Effects of antimony on rats following 90-day exposure via drinking water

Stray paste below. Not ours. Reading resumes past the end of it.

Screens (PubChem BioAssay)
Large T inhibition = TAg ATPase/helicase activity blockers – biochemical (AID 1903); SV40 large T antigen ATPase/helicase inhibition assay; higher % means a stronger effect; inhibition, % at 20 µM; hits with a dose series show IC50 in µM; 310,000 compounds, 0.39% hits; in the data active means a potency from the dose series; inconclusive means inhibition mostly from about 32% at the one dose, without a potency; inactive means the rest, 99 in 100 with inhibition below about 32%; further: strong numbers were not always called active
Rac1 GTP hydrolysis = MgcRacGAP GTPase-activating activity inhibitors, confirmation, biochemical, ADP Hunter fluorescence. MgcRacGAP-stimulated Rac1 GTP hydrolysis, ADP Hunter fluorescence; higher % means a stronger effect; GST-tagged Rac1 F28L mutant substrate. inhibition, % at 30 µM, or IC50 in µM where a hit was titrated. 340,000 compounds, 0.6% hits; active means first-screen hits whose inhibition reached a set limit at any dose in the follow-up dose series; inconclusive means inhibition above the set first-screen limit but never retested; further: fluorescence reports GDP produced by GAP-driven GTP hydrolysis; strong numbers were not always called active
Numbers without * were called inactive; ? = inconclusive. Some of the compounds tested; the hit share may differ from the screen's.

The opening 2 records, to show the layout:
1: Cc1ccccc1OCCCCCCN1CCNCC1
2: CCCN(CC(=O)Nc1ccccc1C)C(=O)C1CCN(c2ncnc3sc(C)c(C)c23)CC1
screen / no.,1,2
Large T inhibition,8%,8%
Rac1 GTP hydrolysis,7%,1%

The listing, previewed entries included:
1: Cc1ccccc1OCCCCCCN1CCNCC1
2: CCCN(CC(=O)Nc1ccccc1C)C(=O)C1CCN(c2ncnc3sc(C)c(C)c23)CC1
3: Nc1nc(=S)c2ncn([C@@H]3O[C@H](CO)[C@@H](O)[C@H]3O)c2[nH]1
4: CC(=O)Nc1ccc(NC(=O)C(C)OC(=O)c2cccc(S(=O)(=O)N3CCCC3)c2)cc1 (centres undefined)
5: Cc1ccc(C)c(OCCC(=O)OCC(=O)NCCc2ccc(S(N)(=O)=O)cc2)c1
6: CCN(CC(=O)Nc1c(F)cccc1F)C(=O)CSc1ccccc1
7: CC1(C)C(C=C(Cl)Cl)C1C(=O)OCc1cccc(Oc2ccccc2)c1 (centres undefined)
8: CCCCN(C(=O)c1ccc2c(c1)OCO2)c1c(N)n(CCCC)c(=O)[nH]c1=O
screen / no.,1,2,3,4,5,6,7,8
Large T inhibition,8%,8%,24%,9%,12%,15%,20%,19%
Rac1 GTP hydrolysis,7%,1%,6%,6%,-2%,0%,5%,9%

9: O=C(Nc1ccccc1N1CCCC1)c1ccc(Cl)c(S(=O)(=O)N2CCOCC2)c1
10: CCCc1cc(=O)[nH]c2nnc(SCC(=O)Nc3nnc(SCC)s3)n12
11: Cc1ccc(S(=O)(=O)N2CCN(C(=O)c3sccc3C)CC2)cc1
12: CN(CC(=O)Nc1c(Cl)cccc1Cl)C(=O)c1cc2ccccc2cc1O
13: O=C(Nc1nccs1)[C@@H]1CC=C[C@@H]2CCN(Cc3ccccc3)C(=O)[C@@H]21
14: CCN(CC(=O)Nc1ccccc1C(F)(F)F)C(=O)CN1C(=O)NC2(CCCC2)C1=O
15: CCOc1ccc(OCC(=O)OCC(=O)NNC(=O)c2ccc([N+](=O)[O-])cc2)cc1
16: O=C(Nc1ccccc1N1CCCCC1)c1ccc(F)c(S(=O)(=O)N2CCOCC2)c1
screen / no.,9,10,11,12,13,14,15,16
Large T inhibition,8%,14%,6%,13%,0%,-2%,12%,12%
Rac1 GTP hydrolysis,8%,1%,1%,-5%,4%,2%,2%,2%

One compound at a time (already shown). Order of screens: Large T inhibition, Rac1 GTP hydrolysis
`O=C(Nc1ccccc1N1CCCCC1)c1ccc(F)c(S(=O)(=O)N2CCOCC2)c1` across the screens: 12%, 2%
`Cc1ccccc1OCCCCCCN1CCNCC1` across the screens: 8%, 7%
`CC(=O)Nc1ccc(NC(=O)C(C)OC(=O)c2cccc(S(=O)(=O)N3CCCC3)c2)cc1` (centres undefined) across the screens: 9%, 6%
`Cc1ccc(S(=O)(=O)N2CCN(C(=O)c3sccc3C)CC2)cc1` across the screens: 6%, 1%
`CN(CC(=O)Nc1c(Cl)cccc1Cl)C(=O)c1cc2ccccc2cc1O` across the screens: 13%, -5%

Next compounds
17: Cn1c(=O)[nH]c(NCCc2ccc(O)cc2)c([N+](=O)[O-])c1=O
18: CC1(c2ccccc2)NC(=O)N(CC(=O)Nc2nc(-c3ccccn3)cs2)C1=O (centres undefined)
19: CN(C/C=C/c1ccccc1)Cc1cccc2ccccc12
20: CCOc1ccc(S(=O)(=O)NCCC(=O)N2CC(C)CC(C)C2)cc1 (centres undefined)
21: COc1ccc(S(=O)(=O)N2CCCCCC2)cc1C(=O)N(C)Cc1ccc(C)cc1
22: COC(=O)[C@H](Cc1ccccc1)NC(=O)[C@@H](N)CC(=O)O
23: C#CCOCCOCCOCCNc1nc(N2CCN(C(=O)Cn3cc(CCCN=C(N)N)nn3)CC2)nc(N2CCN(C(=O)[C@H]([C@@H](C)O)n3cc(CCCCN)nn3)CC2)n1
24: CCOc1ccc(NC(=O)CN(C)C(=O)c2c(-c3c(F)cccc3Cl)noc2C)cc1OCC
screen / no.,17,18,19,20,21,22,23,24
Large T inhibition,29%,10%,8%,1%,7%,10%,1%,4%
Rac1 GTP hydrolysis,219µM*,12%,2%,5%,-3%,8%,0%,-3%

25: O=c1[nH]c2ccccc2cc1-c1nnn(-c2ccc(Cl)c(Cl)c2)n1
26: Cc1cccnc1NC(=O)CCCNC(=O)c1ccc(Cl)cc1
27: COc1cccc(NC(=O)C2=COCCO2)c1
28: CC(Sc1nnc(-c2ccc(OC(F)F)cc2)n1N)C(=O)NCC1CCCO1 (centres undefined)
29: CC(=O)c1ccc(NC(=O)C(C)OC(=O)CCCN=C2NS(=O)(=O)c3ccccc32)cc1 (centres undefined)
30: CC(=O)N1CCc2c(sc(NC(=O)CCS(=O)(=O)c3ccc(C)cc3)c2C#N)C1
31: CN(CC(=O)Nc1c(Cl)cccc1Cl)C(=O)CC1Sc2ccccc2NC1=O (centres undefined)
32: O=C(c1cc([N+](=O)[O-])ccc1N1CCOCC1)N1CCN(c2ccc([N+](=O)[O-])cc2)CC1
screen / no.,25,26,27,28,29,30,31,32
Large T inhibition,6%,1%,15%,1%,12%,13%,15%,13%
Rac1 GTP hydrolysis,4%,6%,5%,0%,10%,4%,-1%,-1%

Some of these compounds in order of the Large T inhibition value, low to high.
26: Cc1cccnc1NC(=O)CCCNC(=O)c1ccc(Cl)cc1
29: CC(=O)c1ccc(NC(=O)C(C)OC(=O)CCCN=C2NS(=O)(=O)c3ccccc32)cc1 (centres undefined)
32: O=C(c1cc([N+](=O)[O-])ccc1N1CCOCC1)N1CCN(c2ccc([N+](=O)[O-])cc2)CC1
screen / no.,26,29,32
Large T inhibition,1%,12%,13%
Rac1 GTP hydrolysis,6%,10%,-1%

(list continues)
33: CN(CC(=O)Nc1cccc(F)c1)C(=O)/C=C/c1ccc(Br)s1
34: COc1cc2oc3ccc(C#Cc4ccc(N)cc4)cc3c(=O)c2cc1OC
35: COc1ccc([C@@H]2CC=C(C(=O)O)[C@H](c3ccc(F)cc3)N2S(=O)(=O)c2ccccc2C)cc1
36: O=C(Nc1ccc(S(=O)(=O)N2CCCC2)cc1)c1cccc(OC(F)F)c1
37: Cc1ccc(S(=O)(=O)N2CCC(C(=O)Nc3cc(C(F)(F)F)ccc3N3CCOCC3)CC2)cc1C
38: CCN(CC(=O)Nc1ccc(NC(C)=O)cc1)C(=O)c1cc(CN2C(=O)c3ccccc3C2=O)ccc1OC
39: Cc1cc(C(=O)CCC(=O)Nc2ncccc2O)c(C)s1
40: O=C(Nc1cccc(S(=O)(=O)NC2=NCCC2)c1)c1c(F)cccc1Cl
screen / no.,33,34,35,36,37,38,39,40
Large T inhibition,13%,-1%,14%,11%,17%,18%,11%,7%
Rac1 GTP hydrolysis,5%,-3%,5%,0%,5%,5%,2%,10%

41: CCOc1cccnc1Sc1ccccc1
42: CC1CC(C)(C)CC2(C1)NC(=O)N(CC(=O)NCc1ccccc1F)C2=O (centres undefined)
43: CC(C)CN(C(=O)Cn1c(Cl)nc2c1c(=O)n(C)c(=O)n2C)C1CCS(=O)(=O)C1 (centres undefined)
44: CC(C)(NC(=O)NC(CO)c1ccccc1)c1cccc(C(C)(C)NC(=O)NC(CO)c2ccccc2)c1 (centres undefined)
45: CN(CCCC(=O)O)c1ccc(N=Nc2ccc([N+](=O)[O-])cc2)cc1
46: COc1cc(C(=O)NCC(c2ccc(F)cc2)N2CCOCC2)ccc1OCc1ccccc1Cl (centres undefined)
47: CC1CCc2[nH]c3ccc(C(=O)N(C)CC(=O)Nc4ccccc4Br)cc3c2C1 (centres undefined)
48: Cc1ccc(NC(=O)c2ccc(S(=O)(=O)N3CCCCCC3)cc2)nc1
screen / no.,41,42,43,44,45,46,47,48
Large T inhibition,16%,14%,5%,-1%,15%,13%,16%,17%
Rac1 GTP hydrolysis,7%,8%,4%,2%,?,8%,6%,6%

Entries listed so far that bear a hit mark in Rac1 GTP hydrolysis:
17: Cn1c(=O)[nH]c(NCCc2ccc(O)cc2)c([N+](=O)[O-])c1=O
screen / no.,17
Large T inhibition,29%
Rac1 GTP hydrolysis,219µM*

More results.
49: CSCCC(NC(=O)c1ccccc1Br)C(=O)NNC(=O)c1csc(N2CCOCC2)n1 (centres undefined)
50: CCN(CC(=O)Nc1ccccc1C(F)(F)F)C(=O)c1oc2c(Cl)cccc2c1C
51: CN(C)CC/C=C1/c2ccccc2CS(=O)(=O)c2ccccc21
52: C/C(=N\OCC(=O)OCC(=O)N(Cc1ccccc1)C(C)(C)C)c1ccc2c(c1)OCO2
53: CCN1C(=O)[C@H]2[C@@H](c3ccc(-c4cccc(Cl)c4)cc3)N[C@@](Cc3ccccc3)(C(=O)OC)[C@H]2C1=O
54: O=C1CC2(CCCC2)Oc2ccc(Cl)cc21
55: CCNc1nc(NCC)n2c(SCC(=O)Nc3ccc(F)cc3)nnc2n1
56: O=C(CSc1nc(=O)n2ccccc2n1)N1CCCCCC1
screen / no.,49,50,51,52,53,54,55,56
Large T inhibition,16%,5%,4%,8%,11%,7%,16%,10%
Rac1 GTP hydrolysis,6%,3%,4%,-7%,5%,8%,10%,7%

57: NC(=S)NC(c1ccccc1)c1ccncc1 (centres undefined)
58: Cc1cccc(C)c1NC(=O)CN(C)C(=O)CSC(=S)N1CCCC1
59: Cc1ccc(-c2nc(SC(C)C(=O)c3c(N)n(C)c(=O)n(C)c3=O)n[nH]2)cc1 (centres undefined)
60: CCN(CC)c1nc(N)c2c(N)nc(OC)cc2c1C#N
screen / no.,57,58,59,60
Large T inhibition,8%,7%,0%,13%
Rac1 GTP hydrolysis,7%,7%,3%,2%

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The subchronic toxicity of antimony in drinking water was studied in the rat. Male and female Sprague-Dawley rats (127-135 g body weight, 15 animals per group) were exposed to a soluble trivalent antimony salt, potassium antimony tartrate, in drinking water at concentrations of 0.5, 5, 50 and 500 ppm for 13 wk. Control rats received tap water as drinking water. An additional 10 male and 10 female rats were included in each of the control and 500 ppm groups and were given tap water for a further 4-wk recovery period after the 13-week treatment period. During treatment, the highest dose animals of both sexes consumed significantly less water and showed suppressed body weight gain. During recovery, water intake was quickly restored to that of the control groups and body weight gain was accelerated. At termination, one highest dose male had a cirrhotic liver, and three highest dose males exhibited gross haematuria. Female rats showed a dose-related decrease in serum glucose starting at 5 ppm, and rats of both sexes in the highest dose group had slightly decreased alkaline phosphatase activity and creatinine. The highest dose males had decreased red blood cell and platelet counts and increased mean corpuscular volume. Hepatic glutathione S-transferase activity was increased in the highest dose males and females and ethoxyresorufin-O-deethylase activity was increased in the highest dose males. In the highest dose groups, mild adaptive histological changes were observed in the thyroid, liver and pituitary gland of both sexes, and in the spleen of male rats and thymus of female rats. After a 4-wk recovery period, the pituitary gland of both sexes appeared normal and the changes in the liver and thyroid of both sexes became less severe. On the other hand, minimal changes persisted in the spleen of both sexes and in the thymus of males. Tissue antimony levels were dose-related and follow the order: red blood cells > > spleen, liver > kidney > brain, fat > serum. After the recovery period, antimony level in the highest dose animals decreased for all tissues except the spleen, which remained the same as before recovery. A NOAEL of 0.5 ppm antimony in drinking water, equivalent to an average intake of 0.06 mg/kg body weight/day, was established on the basis of the histological and biochemical changes observed at 5.0 ppm.
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